History of Winning

by Eric Eaton (Quinnipiac)
History of Winning

As career coaches we spend many hours learning as much as possible about our game, our profession, and what it takes to achieve success in the wild world of college athletics. As assistant coaches, we must work tirelessly to advance our programs on a daily basis. Of course, we are preparing to become head coaches, but being the best at the job you have should be the top priority. Loyalty to the head coach and the program are a staple of a top notch assistant. Through the experiences we have in different programs, under different head coaches, we will shape our opinions, contacts and coaching styles.

During my time at Holy Cross (00-04) and Albany (05-07), I noted the common threads that made these programs successful. As Coach Tom Moore strives to build Quinnipiac into a successful program, he has asked our staff to aid the process by using our past winning experiences as a guide. Here are 12 components to building a successful program that I have learned from Ralph Willard (Holy Cross), Will Brown (Albany), and many talented assistants during my history of winning:
1) Relentless Recruiting- Blanketing the country for players who fit the program and school is the #1 key….PERIOD. We looked for kids who achieved on the court, in the classroom and in public.

2) Relentless Recruiting- See #1!

3) Academics-Weekly meetings between players and staff reinforce how serious we are about the academic progress of our student-athletes. They are in the program to get a degree and we are responsible for helping see them through that process.

4) Build Contacts- You never know where players will come from. We work hard daily to build solid ties with key people in key areas.

5) Teach the Game- We are educators who teach basketball and life. The more time spent cultivating skills, the better the results will be for the players. If players and coaches share a mutual trust, the team will be on a path to overachieve.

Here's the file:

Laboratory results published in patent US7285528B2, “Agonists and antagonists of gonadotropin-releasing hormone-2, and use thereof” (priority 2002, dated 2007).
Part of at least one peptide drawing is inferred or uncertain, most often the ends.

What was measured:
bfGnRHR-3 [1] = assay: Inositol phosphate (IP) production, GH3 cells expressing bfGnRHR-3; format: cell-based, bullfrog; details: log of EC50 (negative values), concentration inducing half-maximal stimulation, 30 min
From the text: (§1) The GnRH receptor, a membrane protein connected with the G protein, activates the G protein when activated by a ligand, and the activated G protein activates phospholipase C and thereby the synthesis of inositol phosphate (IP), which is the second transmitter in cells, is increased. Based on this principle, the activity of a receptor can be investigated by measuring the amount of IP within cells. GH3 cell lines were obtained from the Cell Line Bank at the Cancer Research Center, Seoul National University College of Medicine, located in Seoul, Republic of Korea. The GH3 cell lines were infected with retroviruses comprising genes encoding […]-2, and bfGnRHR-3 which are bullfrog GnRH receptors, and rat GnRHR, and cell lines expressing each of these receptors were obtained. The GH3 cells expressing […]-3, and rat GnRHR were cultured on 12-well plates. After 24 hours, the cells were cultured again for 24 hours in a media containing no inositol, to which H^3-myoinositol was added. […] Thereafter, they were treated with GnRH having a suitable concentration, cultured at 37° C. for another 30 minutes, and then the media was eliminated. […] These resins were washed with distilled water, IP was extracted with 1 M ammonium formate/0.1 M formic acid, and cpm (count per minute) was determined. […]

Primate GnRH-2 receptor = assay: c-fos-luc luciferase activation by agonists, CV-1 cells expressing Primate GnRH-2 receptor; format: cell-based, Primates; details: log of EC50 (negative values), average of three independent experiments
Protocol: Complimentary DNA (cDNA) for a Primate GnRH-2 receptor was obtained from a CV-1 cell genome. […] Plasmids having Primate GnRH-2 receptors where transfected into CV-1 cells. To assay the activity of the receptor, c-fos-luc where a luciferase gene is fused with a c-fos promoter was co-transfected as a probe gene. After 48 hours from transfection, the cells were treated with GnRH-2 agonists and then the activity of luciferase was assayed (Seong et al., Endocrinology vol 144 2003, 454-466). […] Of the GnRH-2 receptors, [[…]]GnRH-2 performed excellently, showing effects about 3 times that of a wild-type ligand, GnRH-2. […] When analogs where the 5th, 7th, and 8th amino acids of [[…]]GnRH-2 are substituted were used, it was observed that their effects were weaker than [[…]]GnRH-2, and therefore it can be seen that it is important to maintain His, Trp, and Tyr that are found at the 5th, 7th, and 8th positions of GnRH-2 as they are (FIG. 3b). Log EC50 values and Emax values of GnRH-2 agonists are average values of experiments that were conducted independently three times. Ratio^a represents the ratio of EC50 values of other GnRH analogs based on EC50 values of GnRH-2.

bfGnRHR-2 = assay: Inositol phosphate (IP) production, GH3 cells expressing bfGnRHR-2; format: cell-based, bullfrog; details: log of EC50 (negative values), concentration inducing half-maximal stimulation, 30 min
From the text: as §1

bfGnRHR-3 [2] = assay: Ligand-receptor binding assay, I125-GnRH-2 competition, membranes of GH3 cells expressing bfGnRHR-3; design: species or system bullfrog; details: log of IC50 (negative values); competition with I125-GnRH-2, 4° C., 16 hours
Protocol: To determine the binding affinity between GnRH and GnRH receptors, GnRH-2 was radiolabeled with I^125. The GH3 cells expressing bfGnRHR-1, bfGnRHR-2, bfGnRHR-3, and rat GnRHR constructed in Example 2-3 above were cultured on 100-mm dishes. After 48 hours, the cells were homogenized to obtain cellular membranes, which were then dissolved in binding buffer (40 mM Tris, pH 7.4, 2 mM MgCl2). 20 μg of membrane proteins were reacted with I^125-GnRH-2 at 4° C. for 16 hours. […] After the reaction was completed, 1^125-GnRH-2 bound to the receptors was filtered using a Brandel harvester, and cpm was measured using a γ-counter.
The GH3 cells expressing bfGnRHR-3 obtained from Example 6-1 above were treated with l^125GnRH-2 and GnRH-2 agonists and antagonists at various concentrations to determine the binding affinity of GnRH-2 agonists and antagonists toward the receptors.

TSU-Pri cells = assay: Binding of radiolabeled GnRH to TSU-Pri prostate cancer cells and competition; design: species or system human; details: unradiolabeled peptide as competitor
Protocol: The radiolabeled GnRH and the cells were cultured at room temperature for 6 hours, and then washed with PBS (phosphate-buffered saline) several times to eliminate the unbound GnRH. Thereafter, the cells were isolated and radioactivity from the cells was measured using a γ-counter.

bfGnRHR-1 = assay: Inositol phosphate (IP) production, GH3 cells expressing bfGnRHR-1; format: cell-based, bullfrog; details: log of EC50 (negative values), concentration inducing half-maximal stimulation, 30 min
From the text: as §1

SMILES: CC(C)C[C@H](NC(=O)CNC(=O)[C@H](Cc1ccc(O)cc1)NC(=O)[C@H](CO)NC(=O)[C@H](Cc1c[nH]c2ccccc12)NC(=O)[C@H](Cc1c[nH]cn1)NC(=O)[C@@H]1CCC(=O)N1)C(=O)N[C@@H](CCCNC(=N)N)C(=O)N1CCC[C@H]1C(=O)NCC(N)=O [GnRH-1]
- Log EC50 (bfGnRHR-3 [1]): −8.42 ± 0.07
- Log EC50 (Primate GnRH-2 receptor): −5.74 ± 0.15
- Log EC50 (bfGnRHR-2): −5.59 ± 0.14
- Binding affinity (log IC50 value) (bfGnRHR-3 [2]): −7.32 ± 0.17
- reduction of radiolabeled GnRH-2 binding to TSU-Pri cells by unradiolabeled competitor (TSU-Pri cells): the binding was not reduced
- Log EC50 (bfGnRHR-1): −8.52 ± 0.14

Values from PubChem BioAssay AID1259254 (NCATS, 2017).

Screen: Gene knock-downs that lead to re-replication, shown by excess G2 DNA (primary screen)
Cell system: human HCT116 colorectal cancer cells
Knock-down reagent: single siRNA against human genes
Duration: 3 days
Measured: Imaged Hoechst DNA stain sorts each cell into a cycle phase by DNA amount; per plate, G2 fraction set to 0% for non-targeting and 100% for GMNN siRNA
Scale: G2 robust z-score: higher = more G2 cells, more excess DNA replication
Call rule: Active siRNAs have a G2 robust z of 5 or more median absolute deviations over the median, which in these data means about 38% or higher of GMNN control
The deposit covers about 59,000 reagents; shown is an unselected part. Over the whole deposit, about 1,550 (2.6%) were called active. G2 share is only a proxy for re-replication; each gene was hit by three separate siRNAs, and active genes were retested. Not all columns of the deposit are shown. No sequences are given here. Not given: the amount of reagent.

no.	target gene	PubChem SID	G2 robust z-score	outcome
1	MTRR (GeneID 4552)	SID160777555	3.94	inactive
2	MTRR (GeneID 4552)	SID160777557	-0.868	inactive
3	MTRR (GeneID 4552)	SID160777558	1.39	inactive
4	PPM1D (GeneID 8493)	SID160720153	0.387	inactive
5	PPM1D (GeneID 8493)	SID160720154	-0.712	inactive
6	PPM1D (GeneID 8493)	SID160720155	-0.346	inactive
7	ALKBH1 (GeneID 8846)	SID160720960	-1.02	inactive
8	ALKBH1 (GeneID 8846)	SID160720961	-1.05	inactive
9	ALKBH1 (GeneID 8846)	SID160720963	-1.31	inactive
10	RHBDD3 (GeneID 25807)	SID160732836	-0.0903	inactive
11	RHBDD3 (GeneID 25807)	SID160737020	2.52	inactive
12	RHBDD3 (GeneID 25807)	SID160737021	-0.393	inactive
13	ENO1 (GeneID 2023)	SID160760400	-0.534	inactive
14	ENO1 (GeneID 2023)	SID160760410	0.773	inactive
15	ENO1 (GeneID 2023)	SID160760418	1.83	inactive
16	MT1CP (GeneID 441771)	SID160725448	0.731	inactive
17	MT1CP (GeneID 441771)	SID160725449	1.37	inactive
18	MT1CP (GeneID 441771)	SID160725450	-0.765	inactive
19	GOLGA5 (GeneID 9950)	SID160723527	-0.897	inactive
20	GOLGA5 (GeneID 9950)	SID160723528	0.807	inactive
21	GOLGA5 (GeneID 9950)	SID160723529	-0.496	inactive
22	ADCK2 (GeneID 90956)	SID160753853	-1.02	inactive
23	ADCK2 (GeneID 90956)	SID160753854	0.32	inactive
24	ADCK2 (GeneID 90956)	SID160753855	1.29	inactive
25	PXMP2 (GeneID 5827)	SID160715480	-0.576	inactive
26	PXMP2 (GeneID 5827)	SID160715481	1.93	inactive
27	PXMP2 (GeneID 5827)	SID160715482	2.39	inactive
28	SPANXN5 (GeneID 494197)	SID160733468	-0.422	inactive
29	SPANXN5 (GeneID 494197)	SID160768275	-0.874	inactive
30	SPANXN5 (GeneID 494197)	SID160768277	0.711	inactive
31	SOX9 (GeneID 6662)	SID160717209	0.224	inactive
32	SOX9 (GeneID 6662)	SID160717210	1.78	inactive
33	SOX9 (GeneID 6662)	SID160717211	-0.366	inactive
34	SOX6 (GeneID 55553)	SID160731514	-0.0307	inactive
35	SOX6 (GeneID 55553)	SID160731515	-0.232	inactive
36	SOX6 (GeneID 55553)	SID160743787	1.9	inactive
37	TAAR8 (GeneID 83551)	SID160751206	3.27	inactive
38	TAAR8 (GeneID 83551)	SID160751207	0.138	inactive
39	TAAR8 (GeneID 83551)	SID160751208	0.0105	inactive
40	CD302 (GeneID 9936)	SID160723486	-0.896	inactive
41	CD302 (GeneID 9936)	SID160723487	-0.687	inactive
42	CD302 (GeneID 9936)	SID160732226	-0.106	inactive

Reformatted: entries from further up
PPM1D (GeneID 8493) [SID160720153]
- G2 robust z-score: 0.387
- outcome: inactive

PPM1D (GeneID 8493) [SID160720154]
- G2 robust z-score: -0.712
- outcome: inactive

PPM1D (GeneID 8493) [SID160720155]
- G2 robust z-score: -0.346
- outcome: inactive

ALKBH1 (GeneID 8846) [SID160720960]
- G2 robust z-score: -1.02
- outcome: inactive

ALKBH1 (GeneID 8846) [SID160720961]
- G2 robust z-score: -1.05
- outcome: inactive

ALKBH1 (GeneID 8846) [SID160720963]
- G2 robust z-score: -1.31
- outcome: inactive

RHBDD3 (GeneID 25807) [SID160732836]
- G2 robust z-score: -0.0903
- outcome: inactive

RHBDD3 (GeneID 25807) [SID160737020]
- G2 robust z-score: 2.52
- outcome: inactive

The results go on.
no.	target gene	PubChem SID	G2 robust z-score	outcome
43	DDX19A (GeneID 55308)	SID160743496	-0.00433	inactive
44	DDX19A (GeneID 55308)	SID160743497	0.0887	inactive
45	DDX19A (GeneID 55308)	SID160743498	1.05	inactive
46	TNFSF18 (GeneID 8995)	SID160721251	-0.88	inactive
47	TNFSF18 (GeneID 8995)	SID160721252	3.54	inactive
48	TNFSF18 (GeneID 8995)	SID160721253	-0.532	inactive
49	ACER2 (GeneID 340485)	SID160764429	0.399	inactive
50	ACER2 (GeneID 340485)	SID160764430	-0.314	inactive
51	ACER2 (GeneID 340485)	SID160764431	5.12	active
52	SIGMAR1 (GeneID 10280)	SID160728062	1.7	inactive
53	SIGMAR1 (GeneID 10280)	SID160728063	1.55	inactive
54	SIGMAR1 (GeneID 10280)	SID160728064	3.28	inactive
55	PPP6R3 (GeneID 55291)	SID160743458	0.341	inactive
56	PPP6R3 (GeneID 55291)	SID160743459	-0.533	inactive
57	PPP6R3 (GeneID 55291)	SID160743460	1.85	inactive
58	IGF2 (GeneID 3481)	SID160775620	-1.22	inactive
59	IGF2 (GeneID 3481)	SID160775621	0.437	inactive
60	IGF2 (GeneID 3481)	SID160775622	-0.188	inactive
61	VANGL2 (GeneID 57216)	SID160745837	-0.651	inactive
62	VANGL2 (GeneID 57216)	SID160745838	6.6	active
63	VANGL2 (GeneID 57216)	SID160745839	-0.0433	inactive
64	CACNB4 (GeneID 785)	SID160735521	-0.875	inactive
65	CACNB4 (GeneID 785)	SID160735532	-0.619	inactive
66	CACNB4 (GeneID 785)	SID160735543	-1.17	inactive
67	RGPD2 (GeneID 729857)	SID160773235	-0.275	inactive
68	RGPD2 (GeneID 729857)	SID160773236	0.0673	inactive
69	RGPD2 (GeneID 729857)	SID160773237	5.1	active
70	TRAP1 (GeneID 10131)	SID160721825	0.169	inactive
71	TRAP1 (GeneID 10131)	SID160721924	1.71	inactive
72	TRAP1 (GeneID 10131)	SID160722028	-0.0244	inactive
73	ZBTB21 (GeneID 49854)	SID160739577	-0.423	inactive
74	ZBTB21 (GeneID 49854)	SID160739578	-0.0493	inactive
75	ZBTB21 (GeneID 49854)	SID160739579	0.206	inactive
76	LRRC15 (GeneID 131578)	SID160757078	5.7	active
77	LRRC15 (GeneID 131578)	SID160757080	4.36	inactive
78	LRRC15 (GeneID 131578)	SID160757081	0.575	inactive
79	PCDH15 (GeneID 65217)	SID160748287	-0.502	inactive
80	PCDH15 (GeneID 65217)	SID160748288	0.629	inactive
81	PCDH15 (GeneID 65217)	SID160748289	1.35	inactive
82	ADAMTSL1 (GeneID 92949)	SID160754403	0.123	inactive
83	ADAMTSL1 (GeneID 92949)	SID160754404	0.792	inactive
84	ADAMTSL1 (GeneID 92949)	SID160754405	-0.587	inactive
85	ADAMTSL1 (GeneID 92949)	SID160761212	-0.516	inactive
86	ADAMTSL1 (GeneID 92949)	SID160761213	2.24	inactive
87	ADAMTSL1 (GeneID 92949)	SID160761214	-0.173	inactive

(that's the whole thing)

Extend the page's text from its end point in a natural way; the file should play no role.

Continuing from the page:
6) Scouting/Game Preparation- The most overlooked component to a program’s success. There have been numerous games I felt we won because we were better prepared than the opponent. If you know your opponents tendencies and sets as well as your own it frustrates them.

7) Form an Identity- Once the Head Coach has decided what the team will “hang their hat on,” it must be consistently reinforced.

8) Program Pride- When the staff and players believe in the front of the jersey they will be relentless in the pursuit to advance the program. Defining what makes the program special will create a bond among the group that is difficult to break. When the players feel they have been directly involved in developing this pride, it is carried on from year to year as people come in and out of the program.

9) Communication-A staff that is plugged in to each other is extremely productive. We are sure to know each other’s recruiting schedules and are familiar with each other’s recruits. We meet on a weekly basis to discuss any pending issues and map out the best way to get things done.

10) Family Atmosphere-We create a culture where the players can approach any staff member with a question or issue that they are confident will be resolved by a coach they trust has their best interest at heart. You can get after them on the court but it is never personal. We are here to make them the best people and players we can during their time in the program and beyond.

11) Learn and Evolve- Whenever possible get to other programs and coaches to learn about what makes them successful. We can all put our egos aside and pick something up from the many great coaches in any sport.

12) Do the Extra- Overachieve….. do more than the opponent whether it’s players - 50 extra 3’s, 100 extra Free Throws, 5 more sprints, …. Or staff - 10 more phone calls, 2 more films, 8 more notes to recruits, 6 more emails, WHATEVER IT TAKES!

We all know that there are many different methods to developing a successful basketball program. After being a part of 5 NCAA Tournaments, I am confident that these ideas can be helpful in any program, regardless of style. I have been extremely fortunate to work under Ralph Willard, Will Brown, and now Tom Moore. They are 3 successful coaches who have allowed me to contribute to their programs while growing as a coach and preparing to guide my own program. They have been successful with different experiences and styles but they share a common thread, a history of winning.